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Mike Leigh lightens up in Happy-Go-Lucky
By PETER KEOUGH  |  October 16, 2008
3.0 3.0 Stars


VIDEO: The trailer for Happy-Go-Lucky

Happy-Go-Lucky | Written and Directed by Mike Leigh | with Sally Hawkins, Eddie Marsan, Alexis Zeferman, Caroline Martin, Kate O’Flynn, and Samuel Roukin | Miramax Films | 118 minutes
There might be a dark side to Poppy (Sally Hawkins), the driving force behind Mike Leigh’s new film Happy-Go-Lucky, but damned if I could find it. Other Leigh protagonists have been chipper, like grinning Imelda Staunton as the title character in Vera Drake (2004) — but then she was also an illegal abortionist. But Poppy is a North London primary-school teacher, the kind who gets even more involved in making bird costumes than do her pupils, and nothing dims her high-beam optimism and bemusement, not even the cold stares of the annoyed and indifferent.

That latter category could include a fair share of the audience, and a lot of the pleasure in this exuberant ode to joy depends on your delight in, or at least tolerance of, Sally Hawkins’s tour-de-force performance. (It bowled me over.) Thirty, single, and a hard partier, Poppy is a handful, from her perpetual giggles (each one expressing a variation of high spirits — inquisitive, compassionate, ironic, anxious) to her eye-numbing wardrobe (a cross between Cyndi Lauper and Frida Kahlo, with an emphasis on high-heeled boots). And she’s in every frame — though, as she bops from one episodic encounter to the next, she shares it with an entertaining collection of other oddballs and wet blankets. That includes her fellow teacher, flatmate, and BFF Zoe (Alexis Zegerman), who tries to bring a common-sense balance to Poppy’s ebullient naïveté. But Poppy’s a 21st-century Georgy Girl, and unlike Lynn Redgrave’s plucky ’60s misfit, she will prevail through the power of pure goodness and a weekly session on a trampoline.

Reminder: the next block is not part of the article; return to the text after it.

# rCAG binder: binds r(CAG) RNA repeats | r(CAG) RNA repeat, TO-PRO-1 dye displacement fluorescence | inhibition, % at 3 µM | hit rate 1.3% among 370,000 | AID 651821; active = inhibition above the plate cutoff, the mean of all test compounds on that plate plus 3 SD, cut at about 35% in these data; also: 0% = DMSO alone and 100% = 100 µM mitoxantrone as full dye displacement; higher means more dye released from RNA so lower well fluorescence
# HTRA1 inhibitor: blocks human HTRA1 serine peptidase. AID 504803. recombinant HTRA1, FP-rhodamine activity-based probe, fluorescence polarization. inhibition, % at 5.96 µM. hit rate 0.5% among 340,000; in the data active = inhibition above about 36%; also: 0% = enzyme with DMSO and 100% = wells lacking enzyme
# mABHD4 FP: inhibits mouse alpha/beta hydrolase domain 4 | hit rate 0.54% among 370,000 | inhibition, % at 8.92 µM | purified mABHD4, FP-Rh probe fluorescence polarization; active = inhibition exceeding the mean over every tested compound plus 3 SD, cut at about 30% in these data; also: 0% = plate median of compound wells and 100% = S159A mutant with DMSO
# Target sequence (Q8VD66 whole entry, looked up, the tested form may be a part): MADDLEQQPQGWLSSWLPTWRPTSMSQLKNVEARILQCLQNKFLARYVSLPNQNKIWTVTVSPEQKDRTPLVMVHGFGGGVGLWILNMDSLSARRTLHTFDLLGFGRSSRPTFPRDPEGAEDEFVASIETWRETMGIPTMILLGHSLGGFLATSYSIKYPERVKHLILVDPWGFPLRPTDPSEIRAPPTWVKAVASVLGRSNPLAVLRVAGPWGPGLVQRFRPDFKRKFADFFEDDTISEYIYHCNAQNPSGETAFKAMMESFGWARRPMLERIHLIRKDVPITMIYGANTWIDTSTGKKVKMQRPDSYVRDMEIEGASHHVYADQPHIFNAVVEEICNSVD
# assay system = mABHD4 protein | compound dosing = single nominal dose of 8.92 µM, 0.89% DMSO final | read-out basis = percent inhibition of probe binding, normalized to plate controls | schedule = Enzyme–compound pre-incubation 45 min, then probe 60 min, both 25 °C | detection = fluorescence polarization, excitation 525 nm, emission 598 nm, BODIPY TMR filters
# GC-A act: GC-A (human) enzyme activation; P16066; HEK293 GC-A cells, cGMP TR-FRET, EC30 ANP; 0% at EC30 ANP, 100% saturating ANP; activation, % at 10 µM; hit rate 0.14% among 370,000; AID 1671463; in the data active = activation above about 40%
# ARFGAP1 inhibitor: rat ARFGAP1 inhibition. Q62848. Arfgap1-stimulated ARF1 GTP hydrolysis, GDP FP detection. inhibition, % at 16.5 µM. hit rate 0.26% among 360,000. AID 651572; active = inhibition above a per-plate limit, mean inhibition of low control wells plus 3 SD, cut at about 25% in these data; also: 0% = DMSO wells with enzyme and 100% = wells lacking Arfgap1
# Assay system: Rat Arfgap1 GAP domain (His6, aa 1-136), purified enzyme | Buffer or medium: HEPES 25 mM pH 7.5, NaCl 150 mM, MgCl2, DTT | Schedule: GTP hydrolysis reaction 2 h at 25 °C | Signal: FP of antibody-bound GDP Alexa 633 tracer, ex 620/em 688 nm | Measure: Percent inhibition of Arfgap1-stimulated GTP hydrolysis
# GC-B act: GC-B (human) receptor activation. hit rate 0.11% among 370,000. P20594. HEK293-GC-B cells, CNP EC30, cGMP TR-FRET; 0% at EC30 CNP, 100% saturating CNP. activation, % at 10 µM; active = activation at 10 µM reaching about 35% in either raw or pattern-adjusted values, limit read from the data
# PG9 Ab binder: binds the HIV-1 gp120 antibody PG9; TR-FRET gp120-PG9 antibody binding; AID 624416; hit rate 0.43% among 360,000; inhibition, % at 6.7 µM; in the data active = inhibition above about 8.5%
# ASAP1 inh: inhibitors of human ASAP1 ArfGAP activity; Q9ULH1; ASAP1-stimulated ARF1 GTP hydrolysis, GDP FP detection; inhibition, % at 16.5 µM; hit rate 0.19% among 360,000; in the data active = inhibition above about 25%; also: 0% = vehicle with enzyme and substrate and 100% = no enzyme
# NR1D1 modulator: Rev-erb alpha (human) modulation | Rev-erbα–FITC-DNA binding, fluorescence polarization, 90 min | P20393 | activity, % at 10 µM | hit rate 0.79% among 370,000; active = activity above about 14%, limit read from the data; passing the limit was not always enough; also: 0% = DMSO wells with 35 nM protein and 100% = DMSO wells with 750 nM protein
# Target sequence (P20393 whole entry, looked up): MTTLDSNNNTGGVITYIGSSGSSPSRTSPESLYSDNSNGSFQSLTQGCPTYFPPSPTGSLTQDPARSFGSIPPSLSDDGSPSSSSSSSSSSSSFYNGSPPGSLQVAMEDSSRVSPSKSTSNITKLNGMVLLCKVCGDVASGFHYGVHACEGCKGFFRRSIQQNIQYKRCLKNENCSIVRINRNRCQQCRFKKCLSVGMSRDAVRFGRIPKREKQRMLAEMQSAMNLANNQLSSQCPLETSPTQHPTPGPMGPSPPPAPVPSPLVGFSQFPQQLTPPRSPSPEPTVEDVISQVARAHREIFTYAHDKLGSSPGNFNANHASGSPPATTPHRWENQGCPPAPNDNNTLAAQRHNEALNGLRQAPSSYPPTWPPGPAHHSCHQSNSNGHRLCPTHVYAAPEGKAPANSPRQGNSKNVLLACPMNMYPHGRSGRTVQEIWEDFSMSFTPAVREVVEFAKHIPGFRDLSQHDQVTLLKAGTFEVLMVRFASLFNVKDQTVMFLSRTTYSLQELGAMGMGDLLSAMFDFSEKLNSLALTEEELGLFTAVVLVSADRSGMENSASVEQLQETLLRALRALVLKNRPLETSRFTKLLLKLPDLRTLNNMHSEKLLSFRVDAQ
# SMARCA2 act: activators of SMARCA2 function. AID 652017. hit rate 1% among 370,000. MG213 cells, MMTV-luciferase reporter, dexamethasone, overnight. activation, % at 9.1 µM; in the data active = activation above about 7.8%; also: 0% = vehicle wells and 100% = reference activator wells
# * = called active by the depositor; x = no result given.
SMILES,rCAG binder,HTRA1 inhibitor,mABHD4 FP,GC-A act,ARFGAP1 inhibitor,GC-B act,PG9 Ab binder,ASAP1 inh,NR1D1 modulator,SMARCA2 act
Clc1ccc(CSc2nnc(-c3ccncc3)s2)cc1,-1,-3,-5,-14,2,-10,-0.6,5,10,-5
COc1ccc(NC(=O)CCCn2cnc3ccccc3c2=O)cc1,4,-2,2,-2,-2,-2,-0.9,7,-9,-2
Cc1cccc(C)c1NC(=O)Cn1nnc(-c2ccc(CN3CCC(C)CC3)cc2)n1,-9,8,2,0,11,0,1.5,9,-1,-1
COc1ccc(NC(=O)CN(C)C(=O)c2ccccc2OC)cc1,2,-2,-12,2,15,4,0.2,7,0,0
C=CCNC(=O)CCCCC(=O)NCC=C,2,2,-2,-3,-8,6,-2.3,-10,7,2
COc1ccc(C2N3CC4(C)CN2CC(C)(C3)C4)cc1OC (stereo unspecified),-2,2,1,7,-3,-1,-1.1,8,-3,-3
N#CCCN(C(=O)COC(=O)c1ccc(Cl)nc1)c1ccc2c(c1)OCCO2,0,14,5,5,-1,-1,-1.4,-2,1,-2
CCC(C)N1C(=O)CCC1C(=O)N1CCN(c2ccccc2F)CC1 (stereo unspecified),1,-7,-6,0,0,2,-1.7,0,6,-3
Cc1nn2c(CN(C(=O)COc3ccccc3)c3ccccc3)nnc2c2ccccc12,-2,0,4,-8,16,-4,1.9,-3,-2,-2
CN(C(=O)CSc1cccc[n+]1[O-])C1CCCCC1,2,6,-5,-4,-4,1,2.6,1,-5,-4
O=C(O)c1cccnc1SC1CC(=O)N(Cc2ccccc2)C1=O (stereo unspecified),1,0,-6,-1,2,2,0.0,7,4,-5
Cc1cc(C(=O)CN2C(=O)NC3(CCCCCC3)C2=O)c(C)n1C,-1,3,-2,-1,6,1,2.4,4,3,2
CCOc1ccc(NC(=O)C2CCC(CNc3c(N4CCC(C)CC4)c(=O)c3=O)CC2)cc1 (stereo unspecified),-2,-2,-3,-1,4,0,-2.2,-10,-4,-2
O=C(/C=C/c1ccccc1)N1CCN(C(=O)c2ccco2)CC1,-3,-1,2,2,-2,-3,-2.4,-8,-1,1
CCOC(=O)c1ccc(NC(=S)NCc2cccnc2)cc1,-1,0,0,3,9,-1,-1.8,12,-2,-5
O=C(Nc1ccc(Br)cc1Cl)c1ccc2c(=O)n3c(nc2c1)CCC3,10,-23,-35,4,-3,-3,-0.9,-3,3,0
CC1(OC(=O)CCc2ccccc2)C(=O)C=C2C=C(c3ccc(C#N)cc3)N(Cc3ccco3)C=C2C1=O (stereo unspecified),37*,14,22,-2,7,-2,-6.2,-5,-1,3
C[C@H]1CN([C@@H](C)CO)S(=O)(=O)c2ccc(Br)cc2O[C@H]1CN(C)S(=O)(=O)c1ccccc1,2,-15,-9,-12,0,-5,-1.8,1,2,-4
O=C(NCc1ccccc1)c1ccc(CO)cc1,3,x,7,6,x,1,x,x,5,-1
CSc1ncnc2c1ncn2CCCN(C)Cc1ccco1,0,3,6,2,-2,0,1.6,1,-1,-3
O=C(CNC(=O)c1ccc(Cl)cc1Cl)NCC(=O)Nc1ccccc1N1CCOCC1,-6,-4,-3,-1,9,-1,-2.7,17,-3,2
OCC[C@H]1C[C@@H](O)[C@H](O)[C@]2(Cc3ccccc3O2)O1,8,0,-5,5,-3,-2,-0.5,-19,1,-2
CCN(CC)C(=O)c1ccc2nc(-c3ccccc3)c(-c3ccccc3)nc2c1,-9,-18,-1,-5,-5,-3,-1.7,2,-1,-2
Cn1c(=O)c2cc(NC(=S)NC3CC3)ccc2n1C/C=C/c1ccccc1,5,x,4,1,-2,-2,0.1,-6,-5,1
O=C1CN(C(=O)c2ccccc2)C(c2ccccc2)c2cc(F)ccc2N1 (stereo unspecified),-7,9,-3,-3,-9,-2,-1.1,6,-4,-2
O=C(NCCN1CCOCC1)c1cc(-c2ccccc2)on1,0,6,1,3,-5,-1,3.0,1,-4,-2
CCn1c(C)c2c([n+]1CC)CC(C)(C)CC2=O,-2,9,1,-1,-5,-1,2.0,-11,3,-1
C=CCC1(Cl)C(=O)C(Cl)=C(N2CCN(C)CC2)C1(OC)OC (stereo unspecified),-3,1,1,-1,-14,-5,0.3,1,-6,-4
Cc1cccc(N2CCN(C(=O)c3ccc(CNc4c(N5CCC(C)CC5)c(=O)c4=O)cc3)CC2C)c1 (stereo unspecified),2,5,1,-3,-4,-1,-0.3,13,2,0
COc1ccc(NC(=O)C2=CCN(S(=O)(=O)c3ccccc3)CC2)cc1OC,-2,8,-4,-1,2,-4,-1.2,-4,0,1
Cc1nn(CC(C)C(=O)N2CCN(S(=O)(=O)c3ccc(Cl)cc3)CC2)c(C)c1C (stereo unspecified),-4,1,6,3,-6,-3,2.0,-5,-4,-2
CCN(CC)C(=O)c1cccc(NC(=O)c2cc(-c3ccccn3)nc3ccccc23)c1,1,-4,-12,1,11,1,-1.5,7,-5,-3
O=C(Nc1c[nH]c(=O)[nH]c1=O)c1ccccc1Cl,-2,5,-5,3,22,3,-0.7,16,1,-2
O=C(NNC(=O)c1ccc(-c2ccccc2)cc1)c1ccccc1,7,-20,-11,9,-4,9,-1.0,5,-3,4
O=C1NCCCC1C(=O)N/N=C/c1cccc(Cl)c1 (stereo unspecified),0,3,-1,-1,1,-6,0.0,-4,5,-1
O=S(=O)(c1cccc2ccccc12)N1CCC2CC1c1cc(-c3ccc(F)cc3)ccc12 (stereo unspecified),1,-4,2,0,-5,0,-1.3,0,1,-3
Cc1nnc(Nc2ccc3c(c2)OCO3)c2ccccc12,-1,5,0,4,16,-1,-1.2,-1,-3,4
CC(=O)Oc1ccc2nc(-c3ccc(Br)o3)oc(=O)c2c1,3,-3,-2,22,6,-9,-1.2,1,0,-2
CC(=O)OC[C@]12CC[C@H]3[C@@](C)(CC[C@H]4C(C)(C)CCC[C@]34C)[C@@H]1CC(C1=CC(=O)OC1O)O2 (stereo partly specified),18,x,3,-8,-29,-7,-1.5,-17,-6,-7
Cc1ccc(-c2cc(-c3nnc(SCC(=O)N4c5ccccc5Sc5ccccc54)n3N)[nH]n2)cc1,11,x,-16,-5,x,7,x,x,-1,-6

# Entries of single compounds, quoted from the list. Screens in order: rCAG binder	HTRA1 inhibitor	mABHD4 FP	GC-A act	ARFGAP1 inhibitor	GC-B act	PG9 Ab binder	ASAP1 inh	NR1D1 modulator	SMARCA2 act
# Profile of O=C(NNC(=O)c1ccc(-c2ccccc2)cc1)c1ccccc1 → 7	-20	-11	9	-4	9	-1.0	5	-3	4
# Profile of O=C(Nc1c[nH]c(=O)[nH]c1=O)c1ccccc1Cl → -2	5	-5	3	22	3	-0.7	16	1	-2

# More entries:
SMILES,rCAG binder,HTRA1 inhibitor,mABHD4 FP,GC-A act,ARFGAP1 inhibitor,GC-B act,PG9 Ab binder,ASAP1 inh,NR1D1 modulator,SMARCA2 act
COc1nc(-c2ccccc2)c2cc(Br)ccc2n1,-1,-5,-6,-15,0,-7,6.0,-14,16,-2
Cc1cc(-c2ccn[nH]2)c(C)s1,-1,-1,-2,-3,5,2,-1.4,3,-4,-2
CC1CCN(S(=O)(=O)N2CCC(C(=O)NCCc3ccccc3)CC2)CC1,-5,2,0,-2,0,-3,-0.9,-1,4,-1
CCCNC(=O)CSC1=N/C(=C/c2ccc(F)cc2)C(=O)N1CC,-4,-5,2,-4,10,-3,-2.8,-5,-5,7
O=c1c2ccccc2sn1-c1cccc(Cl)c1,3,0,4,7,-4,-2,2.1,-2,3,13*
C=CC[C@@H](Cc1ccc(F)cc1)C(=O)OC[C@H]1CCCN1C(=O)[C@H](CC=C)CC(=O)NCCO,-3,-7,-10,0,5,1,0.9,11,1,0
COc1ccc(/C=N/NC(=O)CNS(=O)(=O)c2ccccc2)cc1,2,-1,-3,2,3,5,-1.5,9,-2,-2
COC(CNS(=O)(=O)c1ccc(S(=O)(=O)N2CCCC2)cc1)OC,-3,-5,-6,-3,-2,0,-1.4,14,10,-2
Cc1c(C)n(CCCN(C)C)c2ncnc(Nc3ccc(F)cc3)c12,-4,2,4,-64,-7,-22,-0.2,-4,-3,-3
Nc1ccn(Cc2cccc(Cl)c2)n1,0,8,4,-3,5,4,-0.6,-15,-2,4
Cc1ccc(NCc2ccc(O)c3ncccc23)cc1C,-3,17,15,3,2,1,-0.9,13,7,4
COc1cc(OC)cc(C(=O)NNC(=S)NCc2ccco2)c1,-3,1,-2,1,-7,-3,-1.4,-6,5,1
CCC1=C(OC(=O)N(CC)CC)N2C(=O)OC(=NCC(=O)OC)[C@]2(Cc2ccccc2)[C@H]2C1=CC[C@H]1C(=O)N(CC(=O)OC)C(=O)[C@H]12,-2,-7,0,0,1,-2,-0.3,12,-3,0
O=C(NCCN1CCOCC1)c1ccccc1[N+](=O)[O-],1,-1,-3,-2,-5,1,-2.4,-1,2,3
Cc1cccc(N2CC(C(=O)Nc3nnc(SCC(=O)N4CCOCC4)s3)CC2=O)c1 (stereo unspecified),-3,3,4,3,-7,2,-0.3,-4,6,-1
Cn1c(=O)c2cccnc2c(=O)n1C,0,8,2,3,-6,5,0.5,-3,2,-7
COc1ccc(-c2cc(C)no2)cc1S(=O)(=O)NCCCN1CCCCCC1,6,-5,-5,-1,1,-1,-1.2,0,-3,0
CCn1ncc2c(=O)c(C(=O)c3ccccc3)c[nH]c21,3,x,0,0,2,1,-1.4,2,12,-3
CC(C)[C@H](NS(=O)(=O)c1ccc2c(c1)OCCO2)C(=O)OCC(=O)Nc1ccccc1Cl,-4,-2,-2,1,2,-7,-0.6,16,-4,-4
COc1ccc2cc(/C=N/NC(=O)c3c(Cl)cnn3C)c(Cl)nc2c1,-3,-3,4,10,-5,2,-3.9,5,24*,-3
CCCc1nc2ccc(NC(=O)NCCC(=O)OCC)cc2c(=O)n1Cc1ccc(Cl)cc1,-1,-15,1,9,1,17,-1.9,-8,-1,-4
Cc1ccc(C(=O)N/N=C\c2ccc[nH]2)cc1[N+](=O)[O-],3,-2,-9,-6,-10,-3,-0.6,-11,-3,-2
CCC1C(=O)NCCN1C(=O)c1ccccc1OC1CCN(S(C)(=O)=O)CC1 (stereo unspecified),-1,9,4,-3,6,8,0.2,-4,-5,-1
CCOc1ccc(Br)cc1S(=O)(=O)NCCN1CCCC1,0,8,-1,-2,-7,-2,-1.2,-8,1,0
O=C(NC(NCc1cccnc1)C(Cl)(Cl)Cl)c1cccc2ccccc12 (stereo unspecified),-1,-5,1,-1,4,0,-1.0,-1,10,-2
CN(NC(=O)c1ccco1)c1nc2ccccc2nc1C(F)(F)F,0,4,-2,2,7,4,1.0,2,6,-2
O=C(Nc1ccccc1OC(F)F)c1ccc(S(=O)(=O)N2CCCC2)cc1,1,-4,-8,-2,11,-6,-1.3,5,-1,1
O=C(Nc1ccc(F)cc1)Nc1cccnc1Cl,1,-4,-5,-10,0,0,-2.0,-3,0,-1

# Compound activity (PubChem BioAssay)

What could go wrong in this best of all Mike Leigh movie worlds? He provides a semblance of dramatic conflict by having Poppy’s bike get stolen just after the opening credits. (“I didn’t even get to say goodbye to you,” she laments in one of her many anthropomorphisms.) So she decides to do the grown-up thing and learn how to drive. Enter Poppy’s antithesis, Scott (Eddie Marsan), who resembles the visionary misanthrope played by David Thewlis in Naked had he entered a fundamentalist cult, joined the National Front, moved in with his mother, and become a driving instructor.

Poppy’s facetiousness and footwear don’t go over well with Scott, who with each lesson grows increasingly furious, paranoid, and creepy. Poppy can’t get enough of it: she’s determined to crack Scott’s noxiously racist, sexually fucked-up, tartar-toothed shell to find the lonely little boy within. Because there is such a boy in Poppy’s class, and she and Tim (Samuel Roukin), the school’s hunky social worker, have traced the lad’s problems back to his mum’s mean boyfriend. Case solved! And now she and Tim can jump in the sack together!

That rosy scenario, plus a visit to the miserable bungalow of Poppy’s married, pregnant, embittered, self-righteous sister, suggests that beneath the jolly laughs, wonderfully engaging setpieces (a tipsy post-clubbing gabfest is hilarious), poignant confrontations (a midnight chat with a crazy homeless person is spooky), and Poppy’s irrepressible serotonin might lie not darkness but glibness. In the context of the trite dichotomy (bourgeois oppression, religious intolerance, child abuse are bad; nonconformity, open-mindedness, childlike behavior are good) that the film implies, Scott’s dark obsessions almost make sense.

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